Opinion: AI in education will help us understand how we think
11 March 2020
Professor Rose Luckin (UCL Knowledge Lab) writes in the Financial Times, saying robot teachers are just the start of an evolving relationship with artificial intelligence and education.
Forget robot teachers, adaptive intelligent tutors and smart essay marking software — these are not the future of artificial intelligence in education but merely a step along the way. The real power that AI brings to education is connecting our learning intelligently to make us smarter in the way we understand ourselves, the world and how we teach and learn. For the first time we will be able to extend, develop and measure the complexity of human intelligence — an intellect that is more sophisticated than any AI. This will revolutionise the way we think about human intelligence.
We take much of our intelligence for granted. For example, when travelling to an unfamiliar country, I recognise a slight anxiety when ordering food in a foreign language and feel the pleasure when my meal arrives as requested. It Is only when we attempt to automate these kinds of activities that we realise how much intelligence they require. Such a future will not be easy or uncontroversial. We need to confront the possible harm that such a pervasive, connected intelligence infrastructure could permit when misused or abused.
However, if we get the ethics right, the intelligence infrastructure will power our learning needs, both with and without technology. Just as electricity invisibly powers lighting, computers and the internet, so it shall be for AI in education. For example, secondary school students explain to a friend how much they understand about photosynthesis. The way they articulate their explanation can be captured and analysed, and each student offered an immersive augmented reality experience that targets their misconceptions.
The analysis of each student’s performance is available to the teacher, who can encourage them to listen to a recording of their original explanation and identify corrections. Students can then predict how well they are now explaining photosynthesis and the accuracy of their predictions could be used to stimulate conversations between student and teacher. We will be able to tap into, evaluate and galvanise our meta-intelligence: the ability to probe, reflect upon, control and understand our intelligence. We will be able to gauge our ability to deal with complex situations to differentiate our human intelligence from that of AI as we build the social relationships that are the foundation of civil society.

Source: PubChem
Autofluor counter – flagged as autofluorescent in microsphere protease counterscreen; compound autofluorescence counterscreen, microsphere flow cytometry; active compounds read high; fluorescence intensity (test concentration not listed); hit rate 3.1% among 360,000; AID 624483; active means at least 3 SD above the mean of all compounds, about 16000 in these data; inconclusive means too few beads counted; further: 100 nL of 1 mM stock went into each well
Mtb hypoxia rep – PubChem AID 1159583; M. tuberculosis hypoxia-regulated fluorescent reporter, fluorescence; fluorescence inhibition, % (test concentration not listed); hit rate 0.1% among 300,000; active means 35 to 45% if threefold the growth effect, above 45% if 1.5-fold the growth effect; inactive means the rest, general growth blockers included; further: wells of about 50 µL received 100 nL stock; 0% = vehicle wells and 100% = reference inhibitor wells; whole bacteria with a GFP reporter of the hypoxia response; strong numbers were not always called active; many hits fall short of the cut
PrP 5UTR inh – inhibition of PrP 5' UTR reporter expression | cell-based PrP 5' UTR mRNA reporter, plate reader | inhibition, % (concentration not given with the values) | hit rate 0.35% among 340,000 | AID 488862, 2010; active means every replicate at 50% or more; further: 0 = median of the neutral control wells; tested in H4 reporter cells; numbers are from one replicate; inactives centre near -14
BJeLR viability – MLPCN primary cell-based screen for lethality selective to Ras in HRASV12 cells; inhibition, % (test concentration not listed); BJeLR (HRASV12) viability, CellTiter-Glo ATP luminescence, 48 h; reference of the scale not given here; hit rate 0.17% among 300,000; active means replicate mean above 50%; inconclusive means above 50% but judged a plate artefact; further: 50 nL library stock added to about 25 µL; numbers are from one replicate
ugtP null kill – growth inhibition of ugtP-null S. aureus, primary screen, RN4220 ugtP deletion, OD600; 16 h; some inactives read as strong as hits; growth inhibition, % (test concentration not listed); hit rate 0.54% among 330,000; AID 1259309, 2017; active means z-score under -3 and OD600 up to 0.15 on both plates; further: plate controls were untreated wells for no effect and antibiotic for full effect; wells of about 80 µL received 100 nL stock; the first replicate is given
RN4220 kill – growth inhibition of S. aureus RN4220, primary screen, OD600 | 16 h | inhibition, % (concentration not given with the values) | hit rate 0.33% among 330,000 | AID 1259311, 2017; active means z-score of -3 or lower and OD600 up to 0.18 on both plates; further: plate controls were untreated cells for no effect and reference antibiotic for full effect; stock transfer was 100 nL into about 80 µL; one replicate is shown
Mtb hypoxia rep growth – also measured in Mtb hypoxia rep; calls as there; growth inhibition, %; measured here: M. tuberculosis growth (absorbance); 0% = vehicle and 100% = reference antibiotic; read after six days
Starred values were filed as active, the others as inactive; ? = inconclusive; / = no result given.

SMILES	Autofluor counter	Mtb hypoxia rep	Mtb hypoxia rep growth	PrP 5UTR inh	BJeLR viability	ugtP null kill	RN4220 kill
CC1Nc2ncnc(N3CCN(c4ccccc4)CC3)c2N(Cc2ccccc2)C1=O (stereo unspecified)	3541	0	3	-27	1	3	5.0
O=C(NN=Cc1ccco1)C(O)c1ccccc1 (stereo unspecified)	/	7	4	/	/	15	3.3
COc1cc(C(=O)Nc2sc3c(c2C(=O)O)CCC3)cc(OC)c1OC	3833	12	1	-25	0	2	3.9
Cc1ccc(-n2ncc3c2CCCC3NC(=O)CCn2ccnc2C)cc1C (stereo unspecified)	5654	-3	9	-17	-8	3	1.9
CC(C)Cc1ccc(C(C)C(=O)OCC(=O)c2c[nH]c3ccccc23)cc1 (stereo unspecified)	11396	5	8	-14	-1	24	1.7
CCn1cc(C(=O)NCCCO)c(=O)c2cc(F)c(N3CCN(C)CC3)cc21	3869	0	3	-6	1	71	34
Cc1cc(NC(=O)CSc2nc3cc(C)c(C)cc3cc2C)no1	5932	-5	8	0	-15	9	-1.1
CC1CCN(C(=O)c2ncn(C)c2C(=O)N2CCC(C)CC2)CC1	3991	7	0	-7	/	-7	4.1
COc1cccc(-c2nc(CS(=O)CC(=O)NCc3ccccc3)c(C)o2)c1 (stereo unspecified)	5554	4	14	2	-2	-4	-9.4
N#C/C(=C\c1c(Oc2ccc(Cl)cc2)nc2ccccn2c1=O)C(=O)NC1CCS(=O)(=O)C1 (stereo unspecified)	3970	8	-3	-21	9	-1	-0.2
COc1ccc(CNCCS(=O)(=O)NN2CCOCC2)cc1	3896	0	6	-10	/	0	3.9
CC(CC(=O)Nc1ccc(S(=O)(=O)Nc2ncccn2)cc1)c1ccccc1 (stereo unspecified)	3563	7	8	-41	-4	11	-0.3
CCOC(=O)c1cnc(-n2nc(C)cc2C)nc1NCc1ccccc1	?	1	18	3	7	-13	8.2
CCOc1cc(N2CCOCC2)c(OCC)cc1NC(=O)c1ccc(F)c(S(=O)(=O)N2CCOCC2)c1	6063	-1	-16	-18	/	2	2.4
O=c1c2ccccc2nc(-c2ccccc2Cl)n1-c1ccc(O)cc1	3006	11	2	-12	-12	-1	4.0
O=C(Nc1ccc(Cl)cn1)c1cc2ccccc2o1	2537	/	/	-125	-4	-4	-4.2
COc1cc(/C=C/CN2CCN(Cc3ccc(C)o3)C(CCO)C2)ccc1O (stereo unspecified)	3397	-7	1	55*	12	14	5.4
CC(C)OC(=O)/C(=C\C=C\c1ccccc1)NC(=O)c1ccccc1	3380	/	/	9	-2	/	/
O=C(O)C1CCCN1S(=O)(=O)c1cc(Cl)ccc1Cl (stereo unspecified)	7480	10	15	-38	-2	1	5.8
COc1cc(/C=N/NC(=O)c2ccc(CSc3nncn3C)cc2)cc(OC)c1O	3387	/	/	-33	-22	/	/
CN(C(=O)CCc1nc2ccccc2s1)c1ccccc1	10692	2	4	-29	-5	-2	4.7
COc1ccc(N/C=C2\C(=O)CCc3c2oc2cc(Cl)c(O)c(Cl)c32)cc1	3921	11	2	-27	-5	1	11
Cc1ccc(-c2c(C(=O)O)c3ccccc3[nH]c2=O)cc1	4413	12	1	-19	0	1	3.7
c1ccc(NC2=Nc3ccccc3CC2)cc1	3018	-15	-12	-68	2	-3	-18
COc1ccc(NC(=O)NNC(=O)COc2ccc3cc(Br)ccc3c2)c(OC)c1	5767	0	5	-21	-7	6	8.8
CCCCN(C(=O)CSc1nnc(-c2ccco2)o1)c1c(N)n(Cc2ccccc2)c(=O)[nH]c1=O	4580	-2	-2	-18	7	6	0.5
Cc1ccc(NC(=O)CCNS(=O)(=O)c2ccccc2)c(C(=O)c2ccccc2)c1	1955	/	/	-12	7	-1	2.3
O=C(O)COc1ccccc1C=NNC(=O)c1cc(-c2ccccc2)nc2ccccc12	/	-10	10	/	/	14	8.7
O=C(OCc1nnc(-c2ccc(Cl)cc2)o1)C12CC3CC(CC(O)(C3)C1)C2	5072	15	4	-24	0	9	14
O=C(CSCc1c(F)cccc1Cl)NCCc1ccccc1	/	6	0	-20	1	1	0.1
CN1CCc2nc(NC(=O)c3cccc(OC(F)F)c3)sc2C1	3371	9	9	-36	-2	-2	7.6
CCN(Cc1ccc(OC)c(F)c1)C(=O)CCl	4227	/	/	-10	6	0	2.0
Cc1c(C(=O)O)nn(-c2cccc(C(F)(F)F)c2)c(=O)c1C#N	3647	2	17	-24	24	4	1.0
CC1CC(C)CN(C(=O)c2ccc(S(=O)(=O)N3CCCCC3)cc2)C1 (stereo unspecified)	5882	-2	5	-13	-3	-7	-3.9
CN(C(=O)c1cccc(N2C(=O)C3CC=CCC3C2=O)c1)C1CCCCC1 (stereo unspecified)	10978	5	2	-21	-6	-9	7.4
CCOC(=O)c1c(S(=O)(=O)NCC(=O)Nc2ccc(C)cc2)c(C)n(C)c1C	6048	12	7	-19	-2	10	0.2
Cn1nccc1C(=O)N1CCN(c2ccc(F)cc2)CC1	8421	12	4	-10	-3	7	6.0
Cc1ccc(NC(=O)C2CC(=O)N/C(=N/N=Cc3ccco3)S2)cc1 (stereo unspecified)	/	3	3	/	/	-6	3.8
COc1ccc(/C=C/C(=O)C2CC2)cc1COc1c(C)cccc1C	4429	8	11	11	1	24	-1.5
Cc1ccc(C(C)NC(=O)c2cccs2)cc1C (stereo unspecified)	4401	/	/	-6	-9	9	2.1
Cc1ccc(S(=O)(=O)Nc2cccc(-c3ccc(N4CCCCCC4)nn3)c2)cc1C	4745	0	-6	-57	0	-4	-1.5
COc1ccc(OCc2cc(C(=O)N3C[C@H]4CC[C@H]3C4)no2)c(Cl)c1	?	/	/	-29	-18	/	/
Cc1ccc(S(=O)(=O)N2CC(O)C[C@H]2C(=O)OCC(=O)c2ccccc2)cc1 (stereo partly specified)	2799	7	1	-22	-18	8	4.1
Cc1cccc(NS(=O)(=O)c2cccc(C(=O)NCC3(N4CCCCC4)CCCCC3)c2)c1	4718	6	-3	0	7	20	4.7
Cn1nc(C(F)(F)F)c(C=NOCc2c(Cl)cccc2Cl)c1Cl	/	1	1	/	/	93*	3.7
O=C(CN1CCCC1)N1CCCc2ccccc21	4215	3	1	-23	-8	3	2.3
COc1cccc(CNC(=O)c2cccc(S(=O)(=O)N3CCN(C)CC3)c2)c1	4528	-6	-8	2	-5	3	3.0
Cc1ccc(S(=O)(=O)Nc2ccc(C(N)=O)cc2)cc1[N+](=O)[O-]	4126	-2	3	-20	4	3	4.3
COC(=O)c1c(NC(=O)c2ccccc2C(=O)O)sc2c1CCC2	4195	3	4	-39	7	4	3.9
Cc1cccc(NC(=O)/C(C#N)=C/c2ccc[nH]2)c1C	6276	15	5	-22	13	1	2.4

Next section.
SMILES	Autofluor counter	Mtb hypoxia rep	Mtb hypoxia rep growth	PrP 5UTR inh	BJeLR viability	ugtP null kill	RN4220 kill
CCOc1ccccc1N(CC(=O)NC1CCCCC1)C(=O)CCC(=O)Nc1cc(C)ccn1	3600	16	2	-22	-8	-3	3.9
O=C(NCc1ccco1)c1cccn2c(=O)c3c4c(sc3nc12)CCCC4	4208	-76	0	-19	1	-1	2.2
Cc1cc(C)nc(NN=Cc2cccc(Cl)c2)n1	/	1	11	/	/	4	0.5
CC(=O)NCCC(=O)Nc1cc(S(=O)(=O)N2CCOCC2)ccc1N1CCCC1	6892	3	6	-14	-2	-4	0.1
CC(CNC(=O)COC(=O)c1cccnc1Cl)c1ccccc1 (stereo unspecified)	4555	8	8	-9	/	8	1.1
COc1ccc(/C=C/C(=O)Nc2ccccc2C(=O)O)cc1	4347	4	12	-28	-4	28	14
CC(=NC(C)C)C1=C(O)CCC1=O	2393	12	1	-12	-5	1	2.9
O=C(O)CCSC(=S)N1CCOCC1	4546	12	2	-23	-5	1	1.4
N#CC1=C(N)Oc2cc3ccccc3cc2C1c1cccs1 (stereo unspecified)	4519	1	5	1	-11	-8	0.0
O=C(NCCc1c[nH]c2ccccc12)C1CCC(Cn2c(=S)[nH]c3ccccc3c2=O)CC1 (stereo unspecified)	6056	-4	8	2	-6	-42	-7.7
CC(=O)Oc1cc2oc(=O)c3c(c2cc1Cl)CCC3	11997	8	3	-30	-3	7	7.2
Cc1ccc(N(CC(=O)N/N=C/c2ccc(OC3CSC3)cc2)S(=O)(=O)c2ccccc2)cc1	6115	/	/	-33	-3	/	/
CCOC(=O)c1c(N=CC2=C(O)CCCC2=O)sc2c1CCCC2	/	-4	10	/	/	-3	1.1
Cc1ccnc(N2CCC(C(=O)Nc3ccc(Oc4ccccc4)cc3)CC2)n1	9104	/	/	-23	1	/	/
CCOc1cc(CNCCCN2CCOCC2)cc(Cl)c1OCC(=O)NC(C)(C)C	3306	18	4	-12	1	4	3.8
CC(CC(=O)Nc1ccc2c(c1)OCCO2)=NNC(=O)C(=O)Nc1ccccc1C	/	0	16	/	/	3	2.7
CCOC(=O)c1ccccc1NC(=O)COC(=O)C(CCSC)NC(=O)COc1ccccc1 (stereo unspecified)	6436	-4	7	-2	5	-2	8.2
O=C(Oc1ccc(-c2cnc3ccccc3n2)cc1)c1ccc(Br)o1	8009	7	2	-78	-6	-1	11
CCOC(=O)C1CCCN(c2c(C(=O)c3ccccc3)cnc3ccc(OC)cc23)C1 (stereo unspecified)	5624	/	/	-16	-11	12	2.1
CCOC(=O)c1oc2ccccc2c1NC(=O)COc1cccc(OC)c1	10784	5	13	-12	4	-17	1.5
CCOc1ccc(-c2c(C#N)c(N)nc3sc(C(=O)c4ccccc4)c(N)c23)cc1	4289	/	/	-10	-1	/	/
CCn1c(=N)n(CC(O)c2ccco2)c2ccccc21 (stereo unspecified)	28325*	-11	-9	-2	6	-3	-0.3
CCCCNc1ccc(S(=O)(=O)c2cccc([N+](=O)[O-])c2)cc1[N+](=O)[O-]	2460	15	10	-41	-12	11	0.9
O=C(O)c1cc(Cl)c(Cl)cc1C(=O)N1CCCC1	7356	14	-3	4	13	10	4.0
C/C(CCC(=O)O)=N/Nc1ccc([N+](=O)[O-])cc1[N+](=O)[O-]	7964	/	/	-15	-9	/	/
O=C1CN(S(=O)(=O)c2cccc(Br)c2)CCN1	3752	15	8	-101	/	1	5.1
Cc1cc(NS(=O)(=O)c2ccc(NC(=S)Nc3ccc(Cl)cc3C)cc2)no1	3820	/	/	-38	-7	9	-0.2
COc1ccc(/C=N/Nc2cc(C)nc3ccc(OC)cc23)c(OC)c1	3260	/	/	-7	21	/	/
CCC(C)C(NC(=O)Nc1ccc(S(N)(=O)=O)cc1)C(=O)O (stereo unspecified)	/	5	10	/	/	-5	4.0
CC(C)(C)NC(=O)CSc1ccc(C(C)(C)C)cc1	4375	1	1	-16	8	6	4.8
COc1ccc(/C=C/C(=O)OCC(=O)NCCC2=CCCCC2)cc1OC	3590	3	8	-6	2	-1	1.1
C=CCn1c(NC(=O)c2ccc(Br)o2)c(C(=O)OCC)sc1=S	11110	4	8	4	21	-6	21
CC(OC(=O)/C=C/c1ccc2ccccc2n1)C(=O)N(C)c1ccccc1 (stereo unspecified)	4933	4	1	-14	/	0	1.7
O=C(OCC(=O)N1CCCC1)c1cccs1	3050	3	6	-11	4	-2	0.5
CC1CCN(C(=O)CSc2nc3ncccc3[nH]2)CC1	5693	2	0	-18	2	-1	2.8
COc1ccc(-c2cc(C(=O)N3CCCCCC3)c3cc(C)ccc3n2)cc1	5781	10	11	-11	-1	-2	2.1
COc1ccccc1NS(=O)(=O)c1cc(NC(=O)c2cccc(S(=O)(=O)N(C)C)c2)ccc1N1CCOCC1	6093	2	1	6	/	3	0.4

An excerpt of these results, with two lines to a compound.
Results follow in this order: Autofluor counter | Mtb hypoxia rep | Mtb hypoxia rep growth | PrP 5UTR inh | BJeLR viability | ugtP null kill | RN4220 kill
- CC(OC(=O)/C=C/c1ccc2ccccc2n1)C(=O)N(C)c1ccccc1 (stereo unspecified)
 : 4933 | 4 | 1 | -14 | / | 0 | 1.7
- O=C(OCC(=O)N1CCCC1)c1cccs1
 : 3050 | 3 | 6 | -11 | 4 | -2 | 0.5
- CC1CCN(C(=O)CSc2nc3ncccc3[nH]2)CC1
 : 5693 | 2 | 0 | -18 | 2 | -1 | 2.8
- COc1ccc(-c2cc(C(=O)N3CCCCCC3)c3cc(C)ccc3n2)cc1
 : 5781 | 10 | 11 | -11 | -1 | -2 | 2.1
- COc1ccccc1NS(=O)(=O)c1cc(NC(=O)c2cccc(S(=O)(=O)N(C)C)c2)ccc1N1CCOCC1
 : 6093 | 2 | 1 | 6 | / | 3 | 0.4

How do we build this intelligence infrastructure for education? Through the integration of big data about human behaviour, deep learning algorithms and our own intelligence to interpret what the algorithms tell us. We must leverage the science that has helped us to understand how humans learn, as well as the science that has helped us build machines that learn. For example, explaining and articulating our developing knowledge makes reflection and metacognition possible so that we can examine and monitor our learning processes. Metacognition in turn helps us to understand things more deeply.
The implications are significant. We can collect and analyse huge amounts of data about how we move, what we say and how we speak, where we look, what problems we can and cannot solve and which questions we can answer. The processing and AI-enabled analysis of multimodal data such as this will highlight more about our progress than how much better we understand science, maths, history or foreign languages.
It will show us how well we work with other people, how resilient, self-aware, motivated and self-effective we are. Sound ethical frameworks, regulation and education about AI are essential if we are to minimise the risks and reap the benefits. Embrace today’s educational AI systems judiciously. Use them to learn as much as possible about AI. But remember that today’s AI is merely the start. The future is the use of AI to build the intelligence infrastructure to radically reform the way we value our own human intelligence.
Rose Luckin is a UCL professor, co-founder of the Institute for Ethical AI in Education, and author of ‘Machine Learning and Human Intelligence: the future of education in the 21st century’
This article was originally published in the Financial Times on 10 March, 2020